As mentioned in the previous story, we acquired a 116,413-kilometer 2002 Chevrolet Tahoe LS in March 2017. It came with a 4.8-liter Vortec V8 engine, 4-speed automatic transmission, and a sagging front suspension with the front left side leaned low and the wheel camber a bit off. We replaced the two front wheel hubs after the left one started making noise.
Afterwards, we wanted to fix the front suspension so we took our Tahoe to Autobot Autoworks along Road 20 in Project 8, Quezon City, which specializes in customizing pickup trucks and SUVs. Autobot head mechanic Michael estimated that it will take half a day to remove, adjust and reinstall the torsion bars of our Tahoe.
The mechanic placed a crocodile jack and jack stand under the front end of our Tahoe and lifted it.
He went underneath the Tahoe and inspected the left and right torsion bar assemblies.
He removed the bolt that adjusts the cam on the end of the driver-side torsion bar and found that it was sheared half its length. He also removed the bolt on the passenger side torsion bar cam for comparison.
After assessing that the torsion bars were incorrectly adjusted during a previous repair, the mechanic removed the cam stopper and cam to pull the torsion bar.
The front suspension components were loosened to allow the torsion bar to be twisted and adjusted to provide additional front lift.
After the torsion bar was twisted and adjusted, the cam and cam stopper were reinstalled with a longer adjusting bolt while the front suspension was dangling.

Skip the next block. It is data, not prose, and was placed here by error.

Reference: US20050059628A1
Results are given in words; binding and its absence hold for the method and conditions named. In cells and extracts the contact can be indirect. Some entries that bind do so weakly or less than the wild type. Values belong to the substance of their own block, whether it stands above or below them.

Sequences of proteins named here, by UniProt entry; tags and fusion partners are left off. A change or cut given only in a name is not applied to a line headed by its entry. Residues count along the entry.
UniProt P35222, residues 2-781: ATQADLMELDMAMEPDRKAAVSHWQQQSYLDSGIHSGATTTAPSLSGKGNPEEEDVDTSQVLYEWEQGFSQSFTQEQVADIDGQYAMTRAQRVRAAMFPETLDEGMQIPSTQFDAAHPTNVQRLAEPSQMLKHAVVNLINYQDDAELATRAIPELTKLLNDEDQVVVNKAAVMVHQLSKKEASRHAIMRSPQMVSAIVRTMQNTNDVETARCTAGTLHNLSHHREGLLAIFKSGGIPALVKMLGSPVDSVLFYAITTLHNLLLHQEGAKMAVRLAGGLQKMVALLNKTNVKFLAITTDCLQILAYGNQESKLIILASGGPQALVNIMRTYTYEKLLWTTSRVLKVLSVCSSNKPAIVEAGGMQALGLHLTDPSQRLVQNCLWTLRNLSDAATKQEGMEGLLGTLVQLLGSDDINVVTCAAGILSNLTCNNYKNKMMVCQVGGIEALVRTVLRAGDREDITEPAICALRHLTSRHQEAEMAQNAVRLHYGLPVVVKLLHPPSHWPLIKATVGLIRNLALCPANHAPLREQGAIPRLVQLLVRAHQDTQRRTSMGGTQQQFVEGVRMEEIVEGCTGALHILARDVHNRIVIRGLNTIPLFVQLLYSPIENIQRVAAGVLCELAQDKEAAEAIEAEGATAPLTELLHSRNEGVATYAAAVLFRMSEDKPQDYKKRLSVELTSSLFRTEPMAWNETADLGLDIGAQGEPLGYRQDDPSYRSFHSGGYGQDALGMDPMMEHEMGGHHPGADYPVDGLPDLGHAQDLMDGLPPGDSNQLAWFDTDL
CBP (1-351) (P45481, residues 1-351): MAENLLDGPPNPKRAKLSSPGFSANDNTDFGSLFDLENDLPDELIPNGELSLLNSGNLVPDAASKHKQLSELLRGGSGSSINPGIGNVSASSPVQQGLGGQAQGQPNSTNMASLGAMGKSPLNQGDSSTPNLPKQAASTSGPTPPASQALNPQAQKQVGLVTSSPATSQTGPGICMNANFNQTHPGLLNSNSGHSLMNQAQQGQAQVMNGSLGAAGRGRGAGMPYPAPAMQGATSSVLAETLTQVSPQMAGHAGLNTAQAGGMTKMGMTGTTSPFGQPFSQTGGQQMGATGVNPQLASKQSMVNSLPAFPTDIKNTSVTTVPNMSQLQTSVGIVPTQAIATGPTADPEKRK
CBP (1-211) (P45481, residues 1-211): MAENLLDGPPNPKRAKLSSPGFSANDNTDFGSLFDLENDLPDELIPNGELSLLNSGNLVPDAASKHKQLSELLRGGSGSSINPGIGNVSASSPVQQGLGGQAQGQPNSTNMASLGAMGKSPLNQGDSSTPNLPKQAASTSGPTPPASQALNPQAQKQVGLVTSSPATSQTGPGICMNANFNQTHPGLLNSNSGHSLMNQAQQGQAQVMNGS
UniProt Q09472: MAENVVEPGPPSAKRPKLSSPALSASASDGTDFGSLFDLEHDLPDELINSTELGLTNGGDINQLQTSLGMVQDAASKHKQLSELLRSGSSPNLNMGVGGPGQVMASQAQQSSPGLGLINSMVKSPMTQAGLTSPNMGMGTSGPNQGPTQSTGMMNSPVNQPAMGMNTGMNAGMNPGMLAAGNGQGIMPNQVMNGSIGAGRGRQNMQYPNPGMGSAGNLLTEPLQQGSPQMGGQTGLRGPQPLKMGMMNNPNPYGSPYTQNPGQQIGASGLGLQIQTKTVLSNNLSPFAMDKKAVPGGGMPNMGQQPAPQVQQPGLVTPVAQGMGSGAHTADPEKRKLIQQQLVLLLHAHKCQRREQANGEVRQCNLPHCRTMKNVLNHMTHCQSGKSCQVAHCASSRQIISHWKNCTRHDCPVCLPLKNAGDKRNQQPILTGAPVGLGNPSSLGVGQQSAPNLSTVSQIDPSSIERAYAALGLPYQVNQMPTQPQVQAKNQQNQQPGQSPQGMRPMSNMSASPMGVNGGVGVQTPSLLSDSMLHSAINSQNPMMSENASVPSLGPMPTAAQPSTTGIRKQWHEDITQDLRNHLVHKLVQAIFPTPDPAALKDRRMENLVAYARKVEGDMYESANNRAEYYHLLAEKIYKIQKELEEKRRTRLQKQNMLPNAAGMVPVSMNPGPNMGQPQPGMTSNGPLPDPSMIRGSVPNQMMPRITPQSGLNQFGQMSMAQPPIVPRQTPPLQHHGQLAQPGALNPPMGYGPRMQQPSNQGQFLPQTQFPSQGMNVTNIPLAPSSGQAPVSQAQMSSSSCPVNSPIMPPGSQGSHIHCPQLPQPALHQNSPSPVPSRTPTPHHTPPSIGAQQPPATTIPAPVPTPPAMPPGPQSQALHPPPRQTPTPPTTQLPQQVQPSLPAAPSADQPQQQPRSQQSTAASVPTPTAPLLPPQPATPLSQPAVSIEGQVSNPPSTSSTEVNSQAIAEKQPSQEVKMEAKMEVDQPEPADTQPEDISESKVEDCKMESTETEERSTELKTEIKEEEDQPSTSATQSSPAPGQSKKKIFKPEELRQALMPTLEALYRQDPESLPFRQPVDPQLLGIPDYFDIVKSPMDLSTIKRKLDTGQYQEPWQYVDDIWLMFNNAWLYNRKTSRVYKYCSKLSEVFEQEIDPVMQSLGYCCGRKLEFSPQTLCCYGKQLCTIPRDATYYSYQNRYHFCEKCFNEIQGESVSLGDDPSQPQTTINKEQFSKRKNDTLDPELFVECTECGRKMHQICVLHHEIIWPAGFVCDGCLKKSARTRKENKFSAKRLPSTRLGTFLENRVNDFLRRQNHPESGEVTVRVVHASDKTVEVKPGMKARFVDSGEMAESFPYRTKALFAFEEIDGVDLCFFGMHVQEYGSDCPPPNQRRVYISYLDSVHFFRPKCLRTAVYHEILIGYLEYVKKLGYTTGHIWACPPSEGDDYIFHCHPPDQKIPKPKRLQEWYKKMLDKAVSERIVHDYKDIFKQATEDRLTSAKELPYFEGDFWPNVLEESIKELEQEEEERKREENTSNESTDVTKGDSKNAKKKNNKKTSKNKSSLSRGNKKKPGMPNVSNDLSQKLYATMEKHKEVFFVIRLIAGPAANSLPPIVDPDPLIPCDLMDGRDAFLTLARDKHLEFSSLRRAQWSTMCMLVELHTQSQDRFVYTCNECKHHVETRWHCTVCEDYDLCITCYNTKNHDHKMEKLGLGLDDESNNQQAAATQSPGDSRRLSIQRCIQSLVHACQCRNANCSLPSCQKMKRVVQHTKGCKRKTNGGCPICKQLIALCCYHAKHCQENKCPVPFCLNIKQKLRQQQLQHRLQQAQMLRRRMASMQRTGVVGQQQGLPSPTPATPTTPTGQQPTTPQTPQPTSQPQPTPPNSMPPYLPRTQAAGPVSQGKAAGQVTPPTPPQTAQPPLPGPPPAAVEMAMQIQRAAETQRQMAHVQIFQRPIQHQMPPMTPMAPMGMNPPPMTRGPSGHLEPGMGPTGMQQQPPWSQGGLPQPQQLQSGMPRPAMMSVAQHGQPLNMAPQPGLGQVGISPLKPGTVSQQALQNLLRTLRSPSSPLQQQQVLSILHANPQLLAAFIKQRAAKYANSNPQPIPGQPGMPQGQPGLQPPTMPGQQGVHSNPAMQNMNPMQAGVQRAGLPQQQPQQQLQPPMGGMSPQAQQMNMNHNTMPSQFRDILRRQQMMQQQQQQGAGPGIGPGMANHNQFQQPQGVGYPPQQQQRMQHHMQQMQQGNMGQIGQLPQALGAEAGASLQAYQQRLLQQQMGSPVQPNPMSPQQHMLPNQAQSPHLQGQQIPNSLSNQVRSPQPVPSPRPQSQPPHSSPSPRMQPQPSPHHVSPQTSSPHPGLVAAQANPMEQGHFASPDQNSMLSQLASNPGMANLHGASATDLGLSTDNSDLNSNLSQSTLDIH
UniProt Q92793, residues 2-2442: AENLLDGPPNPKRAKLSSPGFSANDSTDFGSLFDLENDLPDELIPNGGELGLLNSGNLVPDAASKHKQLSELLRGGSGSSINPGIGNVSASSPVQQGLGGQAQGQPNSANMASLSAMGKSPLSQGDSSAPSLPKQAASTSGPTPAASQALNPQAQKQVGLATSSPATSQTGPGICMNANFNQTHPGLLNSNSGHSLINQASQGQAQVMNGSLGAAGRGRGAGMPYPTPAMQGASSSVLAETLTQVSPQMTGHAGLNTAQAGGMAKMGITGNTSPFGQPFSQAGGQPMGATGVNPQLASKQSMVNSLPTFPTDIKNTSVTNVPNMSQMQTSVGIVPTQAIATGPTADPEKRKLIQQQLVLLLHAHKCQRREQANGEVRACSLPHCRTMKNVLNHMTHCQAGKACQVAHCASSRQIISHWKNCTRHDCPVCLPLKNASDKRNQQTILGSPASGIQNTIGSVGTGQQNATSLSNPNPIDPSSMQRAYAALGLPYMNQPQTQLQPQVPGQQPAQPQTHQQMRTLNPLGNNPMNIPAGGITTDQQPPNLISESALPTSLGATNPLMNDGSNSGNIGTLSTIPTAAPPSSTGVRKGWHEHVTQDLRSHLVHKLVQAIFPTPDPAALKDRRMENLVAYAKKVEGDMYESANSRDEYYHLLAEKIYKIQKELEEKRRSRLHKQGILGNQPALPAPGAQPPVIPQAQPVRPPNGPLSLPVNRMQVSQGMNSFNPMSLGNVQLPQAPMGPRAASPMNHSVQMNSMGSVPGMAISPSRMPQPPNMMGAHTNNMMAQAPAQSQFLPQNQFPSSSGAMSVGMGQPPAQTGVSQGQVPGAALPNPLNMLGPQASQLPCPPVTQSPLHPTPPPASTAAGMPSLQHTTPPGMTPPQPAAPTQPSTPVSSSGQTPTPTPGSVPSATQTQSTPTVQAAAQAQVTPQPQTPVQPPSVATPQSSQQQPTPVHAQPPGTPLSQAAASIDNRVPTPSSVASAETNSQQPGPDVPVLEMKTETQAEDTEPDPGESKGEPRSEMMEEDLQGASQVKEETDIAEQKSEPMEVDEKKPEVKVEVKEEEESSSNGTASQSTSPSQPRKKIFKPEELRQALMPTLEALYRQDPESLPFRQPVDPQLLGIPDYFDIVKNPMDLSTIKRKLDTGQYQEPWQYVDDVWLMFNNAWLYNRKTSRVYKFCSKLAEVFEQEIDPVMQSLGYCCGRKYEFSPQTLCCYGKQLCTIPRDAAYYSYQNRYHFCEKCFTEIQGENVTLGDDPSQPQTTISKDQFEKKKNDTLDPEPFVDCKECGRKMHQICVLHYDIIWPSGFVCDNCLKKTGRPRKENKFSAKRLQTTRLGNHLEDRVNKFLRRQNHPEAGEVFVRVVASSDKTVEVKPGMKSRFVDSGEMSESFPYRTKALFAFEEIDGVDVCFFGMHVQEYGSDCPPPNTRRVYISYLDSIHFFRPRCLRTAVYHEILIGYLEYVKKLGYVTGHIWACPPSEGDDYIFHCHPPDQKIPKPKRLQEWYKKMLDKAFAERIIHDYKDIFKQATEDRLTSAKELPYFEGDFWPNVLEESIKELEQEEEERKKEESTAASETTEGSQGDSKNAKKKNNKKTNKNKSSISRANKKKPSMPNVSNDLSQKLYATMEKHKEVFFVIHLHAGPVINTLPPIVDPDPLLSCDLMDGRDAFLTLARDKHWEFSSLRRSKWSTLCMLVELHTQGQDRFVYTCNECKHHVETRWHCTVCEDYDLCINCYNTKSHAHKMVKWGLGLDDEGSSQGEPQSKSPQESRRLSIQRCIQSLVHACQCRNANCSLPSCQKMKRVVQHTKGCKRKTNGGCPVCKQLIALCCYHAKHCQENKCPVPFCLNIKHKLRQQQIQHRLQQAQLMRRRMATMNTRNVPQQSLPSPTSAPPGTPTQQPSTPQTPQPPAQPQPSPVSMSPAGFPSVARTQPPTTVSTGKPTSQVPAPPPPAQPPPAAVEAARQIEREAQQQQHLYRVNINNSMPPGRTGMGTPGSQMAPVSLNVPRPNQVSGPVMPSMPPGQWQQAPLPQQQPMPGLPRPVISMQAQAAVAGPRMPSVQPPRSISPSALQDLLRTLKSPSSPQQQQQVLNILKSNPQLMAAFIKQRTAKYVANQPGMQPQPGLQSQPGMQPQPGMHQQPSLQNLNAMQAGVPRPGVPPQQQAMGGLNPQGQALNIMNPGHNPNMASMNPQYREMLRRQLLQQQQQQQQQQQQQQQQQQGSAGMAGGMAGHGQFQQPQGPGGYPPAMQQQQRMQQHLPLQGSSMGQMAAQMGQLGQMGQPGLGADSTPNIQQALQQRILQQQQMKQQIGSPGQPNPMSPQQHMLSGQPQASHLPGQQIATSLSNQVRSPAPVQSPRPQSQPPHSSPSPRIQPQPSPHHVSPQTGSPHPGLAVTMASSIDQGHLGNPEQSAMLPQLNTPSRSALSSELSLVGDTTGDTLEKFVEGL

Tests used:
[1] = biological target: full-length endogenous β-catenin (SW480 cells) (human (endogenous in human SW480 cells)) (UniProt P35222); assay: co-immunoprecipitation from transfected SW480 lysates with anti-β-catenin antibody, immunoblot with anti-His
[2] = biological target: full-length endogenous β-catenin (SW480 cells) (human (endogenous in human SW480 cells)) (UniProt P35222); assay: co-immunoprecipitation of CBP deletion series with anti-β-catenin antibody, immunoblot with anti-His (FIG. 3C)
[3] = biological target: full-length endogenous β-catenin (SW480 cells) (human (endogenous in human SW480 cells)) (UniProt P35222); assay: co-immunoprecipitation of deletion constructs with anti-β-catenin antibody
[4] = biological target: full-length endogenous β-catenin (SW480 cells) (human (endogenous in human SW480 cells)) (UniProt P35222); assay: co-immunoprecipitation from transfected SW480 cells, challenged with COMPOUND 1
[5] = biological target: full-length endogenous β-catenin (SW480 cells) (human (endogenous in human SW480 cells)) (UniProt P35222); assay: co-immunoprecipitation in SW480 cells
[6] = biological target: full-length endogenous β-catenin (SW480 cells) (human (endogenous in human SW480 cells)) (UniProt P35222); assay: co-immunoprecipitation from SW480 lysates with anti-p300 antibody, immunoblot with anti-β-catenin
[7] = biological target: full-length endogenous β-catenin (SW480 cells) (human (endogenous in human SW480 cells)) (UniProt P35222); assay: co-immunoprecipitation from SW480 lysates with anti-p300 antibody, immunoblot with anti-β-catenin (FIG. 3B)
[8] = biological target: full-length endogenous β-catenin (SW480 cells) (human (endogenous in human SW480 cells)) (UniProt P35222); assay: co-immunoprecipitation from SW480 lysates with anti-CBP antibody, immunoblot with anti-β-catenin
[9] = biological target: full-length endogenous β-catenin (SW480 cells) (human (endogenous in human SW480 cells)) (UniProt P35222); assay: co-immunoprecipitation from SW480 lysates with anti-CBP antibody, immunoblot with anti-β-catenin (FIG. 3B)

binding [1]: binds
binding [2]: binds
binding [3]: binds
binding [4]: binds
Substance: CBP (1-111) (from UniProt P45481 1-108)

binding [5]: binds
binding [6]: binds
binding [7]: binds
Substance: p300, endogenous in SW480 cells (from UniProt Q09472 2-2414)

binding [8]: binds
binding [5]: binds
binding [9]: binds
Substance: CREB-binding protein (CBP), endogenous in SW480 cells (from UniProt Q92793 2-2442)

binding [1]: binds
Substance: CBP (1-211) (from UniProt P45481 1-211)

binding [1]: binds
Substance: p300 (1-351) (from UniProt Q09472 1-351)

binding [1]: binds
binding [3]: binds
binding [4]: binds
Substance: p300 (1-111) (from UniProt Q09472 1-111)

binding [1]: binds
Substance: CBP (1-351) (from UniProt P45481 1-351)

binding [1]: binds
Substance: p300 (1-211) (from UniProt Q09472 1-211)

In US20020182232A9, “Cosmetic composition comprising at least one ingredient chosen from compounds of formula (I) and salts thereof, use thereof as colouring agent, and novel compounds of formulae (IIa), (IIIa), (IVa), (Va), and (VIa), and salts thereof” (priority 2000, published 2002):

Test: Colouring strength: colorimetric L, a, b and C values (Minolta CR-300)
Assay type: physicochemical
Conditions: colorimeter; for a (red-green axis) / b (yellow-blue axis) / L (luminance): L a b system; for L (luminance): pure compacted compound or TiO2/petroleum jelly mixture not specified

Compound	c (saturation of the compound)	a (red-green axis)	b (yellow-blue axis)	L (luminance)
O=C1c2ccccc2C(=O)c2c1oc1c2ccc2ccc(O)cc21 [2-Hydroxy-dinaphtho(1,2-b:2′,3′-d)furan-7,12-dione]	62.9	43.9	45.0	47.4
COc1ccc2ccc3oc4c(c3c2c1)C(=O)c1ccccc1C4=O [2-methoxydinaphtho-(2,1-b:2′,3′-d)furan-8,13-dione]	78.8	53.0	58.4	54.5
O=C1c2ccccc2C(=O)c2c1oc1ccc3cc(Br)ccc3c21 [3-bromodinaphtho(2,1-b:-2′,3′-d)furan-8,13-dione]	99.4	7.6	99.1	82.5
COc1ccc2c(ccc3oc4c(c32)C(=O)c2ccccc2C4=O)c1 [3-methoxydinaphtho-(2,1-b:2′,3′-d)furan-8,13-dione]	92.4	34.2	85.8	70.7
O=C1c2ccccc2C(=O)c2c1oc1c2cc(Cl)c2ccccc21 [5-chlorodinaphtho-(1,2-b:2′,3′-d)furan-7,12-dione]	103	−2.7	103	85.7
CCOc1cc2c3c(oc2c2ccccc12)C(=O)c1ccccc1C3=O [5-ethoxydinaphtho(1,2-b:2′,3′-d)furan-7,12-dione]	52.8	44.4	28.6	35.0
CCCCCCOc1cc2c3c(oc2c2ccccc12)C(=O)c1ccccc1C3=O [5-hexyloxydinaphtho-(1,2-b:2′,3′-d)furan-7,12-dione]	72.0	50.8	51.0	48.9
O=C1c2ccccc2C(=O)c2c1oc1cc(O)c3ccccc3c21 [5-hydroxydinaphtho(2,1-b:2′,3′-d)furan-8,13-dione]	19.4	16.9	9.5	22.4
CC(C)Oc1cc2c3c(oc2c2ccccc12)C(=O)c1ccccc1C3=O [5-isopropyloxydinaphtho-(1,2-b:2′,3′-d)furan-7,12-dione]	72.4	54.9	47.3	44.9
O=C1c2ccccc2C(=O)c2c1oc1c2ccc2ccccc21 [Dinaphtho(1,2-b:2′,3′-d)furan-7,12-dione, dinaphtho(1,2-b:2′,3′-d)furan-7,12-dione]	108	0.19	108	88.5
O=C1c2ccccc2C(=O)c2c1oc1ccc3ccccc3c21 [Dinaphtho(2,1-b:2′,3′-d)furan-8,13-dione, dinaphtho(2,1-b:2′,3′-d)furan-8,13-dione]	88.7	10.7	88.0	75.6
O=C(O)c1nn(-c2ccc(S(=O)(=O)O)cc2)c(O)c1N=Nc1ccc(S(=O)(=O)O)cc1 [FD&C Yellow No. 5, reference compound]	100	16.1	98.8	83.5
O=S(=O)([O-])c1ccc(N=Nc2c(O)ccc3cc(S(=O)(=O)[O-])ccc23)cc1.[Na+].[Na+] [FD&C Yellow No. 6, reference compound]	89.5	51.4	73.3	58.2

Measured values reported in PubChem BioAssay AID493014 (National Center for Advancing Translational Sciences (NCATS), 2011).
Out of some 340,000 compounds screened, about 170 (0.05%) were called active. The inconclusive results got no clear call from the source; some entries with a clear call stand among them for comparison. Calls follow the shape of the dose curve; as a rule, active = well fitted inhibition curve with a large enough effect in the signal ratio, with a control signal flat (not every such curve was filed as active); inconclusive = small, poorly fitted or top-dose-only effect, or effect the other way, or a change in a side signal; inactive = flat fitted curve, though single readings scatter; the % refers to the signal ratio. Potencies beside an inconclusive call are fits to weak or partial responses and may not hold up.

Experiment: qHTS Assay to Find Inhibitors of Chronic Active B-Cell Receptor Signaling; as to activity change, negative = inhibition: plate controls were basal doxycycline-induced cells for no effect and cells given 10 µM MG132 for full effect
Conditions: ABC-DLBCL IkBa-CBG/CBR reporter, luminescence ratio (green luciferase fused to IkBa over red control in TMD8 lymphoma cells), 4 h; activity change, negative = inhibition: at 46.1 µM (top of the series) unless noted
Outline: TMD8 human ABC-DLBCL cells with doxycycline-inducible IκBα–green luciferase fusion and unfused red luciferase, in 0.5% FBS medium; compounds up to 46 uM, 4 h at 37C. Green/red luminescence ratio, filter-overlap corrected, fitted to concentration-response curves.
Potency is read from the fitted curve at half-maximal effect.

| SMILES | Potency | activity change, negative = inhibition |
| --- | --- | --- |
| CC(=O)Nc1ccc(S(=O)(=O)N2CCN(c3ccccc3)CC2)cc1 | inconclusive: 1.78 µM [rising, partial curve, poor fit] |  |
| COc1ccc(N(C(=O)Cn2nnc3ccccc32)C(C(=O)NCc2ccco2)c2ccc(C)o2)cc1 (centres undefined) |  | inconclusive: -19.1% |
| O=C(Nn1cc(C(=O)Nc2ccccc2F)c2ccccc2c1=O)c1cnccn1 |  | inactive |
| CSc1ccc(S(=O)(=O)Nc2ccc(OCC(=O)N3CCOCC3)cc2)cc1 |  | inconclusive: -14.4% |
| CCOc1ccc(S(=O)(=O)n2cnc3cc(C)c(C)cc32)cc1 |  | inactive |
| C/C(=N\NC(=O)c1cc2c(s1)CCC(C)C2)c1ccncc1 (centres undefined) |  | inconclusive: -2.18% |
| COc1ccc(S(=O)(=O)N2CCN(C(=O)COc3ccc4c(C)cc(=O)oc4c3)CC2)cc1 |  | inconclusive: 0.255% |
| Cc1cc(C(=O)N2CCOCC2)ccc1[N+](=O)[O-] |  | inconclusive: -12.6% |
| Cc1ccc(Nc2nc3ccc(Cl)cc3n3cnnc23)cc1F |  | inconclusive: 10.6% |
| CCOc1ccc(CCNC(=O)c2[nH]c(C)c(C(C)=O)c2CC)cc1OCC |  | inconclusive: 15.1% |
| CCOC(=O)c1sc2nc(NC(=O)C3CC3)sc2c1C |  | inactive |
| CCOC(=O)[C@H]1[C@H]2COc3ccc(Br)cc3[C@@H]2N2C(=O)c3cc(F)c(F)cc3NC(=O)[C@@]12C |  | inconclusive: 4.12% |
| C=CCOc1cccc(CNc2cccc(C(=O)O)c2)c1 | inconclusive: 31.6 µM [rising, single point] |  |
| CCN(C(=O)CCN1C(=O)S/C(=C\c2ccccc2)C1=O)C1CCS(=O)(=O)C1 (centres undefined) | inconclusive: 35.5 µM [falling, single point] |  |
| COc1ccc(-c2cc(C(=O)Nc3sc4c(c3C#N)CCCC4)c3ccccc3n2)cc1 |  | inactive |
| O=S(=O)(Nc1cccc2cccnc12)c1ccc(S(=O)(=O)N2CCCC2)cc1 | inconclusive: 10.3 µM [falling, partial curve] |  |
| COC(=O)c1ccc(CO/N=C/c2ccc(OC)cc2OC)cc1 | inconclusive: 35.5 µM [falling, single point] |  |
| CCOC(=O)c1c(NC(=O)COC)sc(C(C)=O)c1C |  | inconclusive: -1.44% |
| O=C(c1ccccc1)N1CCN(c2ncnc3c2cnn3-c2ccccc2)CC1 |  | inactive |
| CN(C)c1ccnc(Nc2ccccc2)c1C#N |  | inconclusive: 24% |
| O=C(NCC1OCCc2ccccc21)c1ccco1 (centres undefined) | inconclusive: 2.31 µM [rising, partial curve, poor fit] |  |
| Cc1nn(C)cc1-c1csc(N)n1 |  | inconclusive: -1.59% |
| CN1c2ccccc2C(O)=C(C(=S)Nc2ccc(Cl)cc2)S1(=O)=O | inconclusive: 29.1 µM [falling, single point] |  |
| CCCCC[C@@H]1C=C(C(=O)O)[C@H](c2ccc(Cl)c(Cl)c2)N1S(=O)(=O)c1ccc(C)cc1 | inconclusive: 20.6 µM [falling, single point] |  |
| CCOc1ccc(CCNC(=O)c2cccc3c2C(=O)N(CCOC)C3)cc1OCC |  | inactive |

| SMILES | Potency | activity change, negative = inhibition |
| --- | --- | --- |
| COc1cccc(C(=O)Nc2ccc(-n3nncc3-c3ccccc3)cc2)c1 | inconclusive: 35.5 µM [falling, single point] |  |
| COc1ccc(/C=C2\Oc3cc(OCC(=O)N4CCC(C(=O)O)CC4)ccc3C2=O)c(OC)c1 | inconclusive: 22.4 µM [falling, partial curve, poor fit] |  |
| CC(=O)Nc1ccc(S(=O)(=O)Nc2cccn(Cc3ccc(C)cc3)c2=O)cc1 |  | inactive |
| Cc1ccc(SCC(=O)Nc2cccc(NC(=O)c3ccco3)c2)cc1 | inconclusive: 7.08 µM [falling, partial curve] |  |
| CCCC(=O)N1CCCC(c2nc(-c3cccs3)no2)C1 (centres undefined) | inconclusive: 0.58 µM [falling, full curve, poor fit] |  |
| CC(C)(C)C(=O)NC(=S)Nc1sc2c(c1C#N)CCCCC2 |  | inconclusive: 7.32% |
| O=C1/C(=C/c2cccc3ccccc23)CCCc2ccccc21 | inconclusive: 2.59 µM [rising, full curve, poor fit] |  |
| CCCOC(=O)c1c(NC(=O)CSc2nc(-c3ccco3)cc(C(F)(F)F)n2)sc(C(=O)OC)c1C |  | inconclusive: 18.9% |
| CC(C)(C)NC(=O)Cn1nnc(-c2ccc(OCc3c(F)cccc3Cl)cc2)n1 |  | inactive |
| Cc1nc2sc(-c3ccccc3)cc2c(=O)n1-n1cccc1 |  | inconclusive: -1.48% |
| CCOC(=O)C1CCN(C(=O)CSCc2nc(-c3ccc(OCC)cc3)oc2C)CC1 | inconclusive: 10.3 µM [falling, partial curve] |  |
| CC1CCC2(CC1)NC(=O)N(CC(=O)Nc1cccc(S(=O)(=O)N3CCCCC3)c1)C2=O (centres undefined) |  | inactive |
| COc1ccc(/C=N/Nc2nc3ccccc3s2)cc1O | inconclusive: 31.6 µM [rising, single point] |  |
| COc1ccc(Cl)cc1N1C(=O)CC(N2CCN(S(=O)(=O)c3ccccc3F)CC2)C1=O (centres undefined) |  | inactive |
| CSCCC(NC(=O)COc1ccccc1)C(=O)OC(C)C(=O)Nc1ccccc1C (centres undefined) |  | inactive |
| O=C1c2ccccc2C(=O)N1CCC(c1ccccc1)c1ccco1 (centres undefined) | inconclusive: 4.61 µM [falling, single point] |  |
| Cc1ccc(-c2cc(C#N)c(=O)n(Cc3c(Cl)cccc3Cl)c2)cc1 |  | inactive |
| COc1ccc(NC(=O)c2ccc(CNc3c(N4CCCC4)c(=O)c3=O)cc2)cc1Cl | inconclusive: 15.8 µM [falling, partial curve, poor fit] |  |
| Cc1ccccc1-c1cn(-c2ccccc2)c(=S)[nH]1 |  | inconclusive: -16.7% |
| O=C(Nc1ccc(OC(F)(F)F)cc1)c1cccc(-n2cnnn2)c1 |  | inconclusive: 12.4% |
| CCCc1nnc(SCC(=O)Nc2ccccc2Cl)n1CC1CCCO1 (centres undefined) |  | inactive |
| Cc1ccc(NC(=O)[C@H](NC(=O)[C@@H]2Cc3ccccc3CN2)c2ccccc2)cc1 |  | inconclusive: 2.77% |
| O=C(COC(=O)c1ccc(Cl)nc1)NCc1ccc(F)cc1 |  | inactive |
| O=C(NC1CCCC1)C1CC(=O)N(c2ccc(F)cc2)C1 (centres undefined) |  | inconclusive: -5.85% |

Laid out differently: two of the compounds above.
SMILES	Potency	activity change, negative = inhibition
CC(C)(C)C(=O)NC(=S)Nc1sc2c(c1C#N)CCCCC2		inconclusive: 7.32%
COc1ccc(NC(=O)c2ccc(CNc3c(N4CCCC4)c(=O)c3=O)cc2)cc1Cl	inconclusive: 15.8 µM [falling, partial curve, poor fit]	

With the torsion bar components, the front suspension and the wheels reinstalled, the adjusting bolt was mounted loosely.
The Tahoe was driven for a short distance to load the suspension and then jacked up to adjust the front ride height.
The mechanic found that the gap between the crest of the top wheel arches and the top of the rear wheels measured 7 inches.
After another short drive to load the suspension, the front wheel gaps were found to be 7” on the right and 6 ½” on the left. The mechanic adjusted the right front wheel gap to measure 6 ½” same as the left side for a slight rake that would straighten when the Tahoe is fully laden with passengers and cargo.
With the front sag corrected, our Tahoe no longer looks “tired” as this “Before and After” comparison shows.
As with any old or used car, we expect to find new problems every time we dive into the repairs of our Tahoe. Watch this space for more problems solved!
What We Spent So Far:
|Torsion bar adjustment (labor)||P4,000.00|